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Dynamic Chiropractic – September 24, 2001, Vol. 19, Issue 20

DC Online

By Brian Sutton, DC
Shoes, Air Pockets, and Ankles

A study of 10,000 Australian amateur basketball players suggests that air cells in some popular basketball shoes may be making players more prone to ankle injuries.

The researchers found that a number of factors that contributed to the ankle injuries, including a lack of stretching during warm-ups, and how an athlete landed. However, a statistical analysis showed that players who wore shoes with air cells in the heels were four times as likely to suffer an injury.1

While the number of players involved in the study was large, the actual number of injuries was only 37, so further studies on the subject are likely.

1. British Journal of Sports Medicine, March 26, 2001.


Mild Exercise Helps

For those sedentary people who can't bring themselves to get the three hours of brisk walking each week that federal guidelines recommend, a new study suggests that even a nightly 81/2 -minute amble can be helpful. According to a paper published in the Journal of the American Medical Association,2 women who took gentle strolls that totaled about one hour per week cut their risk of coronary heart disease in half. The researchers stress that more exercise produces better results, but hope these findings will encourage some otherwise sedentary people to at least get off the couch for a few minutes each day.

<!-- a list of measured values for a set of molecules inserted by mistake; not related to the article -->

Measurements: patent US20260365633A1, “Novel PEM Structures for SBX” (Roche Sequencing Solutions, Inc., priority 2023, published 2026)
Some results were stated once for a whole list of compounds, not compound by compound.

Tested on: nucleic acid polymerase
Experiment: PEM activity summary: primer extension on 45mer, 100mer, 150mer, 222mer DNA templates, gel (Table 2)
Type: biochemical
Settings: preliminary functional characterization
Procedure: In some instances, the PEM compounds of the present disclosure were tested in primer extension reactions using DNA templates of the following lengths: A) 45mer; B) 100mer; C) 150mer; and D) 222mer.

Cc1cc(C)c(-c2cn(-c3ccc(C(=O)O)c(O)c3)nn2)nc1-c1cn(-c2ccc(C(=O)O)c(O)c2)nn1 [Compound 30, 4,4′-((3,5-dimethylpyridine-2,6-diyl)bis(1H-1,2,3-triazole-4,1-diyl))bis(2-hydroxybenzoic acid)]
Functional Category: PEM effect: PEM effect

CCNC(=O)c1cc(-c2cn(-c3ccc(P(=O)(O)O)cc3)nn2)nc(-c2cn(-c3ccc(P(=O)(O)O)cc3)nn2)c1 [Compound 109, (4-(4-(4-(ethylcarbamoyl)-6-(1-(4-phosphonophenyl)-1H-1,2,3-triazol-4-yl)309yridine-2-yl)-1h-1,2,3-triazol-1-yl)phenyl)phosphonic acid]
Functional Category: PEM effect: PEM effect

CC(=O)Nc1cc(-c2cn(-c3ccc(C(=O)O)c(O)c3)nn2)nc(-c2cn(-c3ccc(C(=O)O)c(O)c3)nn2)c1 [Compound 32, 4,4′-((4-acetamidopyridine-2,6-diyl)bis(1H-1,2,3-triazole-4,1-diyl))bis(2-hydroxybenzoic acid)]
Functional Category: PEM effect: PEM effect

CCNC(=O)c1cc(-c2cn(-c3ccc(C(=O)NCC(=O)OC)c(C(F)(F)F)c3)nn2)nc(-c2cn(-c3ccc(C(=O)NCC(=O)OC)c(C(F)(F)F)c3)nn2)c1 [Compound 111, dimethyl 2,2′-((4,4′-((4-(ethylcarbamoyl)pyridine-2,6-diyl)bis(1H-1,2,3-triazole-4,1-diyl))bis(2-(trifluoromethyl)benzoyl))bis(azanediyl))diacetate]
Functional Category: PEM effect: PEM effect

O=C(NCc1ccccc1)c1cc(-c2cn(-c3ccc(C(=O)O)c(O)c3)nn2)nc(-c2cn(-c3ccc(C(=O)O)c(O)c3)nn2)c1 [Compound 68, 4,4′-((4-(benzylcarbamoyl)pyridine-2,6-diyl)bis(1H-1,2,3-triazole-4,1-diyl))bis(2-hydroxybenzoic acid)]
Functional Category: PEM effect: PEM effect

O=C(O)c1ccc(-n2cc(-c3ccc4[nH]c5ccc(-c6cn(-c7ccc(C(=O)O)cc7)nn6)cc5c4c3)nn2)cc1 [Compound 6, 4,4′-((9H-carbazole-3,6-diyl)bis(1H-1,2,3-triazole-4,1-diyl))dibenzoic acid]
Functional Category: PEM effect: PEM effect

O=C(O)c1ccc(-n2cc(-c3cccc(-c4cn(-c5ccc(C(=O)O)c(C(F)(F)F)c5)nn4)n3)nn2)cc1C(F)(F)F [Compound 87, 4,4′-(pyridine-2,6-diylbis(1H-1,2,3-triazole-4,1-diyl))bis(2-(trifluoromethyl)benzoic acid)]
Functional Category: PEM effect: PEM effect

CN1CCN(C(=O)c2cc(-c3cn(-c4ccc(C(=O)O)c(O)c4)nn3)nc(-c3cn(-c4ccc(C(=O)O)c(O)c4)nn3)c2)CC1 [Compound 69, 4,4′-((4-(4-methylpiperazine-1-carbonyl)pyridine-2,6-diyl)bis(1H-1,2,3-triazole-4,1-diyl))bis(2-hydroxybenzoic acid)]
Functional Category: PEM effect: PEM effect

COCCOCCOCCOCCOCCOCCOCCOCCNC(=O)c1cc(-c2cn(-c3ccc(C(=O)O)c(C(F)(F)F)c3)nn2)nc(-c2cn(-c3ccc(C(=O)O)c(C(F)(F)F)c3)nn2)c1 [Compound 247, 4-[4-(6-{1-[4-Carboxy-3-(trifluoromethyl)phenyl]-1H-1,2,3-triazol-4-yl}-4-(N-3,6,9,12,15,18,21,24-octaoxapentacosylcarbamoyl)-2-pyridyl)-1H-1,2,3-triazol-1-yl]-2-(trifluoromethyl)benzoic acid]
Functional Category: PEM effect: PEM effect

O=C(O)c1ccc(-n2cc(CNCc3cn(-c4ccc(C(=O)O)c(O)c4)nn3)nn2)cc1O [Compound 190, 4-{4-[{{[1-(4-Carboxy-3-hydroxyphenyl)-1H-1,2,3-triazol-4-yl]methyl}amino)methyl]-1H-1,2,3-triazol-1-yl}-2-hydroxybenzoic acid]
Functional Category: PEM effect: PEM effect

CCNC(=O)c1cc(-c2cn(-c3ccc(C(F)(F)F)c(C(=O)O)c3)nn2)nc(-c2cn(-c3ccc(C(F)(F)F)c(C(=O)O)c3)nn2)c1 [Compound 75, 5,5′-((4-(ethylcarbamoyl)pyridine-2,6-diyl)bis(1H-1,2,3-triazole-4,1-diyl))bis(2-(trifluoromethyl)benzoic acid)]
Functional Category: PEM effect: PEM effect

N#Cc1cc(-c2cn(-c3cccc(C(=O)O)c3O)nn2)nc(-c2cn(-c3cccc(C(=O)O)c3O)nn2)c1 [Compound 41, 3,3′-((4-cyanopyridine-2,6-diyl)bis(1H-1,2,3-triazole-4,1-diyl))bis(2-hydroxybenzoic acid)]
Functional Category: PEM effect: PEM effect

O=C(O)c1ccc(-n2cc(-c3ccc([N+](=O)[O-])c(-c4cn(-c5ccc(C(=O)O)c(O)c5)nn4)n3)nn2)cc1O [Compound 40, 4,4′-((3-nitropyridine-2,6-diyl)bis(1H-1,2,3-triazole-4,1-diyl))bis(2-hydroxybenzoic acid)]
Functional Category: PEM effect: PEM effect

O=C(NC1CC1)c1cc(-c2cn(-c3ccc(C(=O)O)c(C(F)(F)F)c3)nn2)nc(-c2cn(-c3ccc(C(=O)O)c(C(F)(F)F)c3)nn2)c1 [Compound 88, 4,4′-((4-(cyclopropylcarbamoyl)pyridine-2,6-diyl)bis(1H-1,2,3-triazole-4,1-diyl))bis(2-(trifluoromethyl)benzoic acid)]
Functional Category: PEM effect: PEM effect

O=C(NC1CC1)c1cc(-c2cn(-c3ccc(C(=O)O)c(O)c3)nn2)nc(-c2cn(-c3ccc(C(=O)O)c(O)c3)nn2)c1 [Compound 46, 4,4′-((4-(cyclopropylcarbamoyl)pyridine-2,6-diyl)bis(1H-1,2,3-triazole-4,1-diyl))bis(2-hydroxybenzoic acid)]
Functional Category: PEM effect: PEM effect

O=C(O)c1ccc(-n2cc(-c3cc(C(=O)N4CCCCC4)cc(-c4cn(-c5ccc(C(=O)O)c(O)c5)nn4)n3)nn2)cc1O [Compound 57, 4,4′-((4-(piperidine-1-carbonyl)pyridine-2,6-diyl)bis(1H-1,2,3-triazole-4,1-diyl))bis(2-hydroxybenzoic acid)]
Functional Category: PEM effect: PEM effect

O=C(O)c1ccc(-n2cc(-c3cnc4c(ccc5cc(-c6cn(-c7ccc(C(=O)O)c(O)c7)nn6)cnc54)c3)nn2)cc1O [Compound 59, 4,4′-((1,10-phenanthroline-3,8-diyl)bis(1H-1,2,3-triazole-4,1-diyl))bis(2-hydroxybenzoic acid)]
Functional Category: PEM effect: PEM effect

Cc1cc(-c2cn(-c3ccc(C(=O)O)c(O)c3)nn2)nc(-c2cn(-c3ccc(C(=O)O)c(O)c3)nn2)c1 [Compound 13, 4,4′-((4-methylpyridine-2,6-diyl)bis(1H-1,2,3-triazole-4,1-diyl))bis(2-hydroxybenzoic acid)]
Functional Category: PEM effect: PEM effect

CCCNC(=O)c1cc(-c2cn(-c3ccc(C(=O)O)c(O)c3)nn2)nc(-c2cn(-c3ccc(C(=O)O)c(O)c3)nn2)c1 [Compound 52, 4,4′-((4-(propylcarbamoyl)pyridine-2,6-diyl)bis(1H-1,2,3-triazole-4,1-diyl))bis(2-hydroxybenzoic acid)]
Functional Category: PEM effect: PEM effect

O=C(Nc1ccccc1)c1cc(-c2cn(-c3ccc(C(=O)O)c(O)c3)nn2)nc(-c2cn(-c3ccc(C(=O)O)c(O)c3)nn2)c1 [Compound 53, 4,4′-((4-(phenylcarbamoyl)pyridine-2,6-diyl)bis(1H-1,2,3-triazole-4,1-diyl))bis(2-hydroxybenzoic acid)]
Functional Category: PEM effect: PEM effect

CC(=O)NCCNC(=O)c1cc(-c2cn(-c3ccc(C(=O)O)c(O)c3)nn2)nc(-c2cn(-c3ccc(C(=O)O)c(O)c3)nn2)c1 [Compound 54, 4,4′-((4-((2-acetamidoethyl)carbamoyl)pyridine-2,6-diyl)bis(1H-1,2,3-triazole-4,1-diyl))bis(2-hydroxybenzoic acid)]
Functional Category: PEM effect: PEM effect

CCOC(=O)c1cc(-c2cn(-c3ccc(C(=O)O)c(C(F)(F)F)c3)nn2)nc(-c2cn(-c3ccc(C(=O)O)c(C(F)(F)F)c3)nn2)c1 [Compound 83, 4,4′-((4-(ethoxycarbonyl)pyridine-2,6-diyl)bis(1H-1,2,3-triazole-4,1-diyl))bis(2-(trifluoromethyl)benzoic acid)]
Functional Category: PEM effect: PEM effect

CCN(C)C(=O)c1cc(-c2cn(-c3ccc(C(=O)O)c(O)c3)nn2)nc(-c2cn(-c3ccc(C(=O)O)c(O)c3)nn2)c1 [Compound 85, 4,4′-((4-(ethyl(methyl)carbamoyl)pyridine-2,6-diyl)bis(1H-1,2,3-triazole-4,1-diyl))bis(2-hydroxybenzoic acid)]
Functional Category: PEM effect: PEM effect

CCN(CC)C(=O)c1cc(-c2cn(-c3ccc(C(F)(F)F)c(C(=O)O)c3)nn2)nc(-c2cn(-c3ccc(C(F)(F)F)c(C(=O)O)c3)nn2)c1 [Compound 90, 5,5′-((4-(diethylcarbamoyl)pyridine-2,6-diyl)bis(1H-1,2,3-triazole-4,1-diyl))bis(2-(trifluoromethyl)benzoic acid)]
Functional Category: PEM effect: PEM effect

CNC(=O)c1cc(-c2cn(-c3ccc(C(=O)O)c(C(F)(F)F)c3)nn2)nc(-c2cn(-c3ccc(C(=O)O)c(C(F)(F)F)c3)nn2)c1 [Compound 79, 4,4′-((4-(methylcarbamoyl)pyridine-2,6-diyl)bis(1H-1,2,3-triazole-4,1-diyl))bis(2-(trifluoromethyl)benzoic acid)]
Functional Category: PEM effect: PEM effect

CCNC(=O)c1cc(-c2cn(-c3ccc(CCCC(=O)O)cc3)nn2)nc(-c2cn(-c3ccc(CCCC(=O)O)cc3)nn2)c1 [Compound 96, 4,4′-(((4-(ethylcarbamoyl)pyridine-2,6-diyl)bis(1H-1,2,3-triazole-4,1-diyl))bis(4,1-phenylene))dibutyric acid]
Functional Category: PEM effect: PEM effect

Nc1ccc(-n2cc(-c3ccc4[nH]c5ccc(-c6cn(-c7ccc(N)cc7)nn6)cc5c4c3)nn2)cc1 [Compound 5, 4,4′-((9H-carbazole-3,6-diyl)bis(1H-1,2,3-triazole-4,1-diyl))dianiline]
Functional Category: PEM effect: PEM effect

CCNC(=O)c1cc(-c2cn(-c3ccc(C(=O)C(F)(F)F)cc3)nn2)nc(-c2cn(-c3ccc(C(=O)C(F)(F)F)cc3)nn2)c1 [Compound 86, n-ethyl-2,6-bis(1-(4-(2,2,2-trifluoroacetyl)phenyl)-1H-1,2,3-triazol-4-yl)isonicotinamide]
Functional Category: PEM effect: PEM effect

2. JAMA, March 22, 2001.


Protein for Bone Mass

An analysis of the Framingham osteoporosis study suggests that, at least for the elderly, a high protein intake may help prevent osteoporosis. Using bone density measurements, researchers found that the participants who consumed the most protein, including animal meats, maintained their bone density the best. The volunteers who had low protein diets, about the equivalent of one half of a chicken breast each day (or less), lost a significant amount of bone in the spine and pelvis during the four years of the study.3

3. OTC, April 6, 2001, reporting on the work of Marian Hannan of the Hebrew Rehabilitation Center for Aged, Research and Training Institute in Boston.


Vitamin C for the Heart

A study of patients with a wide variety of lifestyles and health conditions, published in The Lancet,4 concludes that higher blood levels of vitamin C decreased mortality from heart disease by about 20 percent. The vitamin C levels in the subjects were the result of consuming fresh fruits and vegetables. The researchers suggest that as little as one extra serving each day can have a significant impact on disease prevention.

4. The Lancet, March 3, 2001.


Weight Gain and Diabetes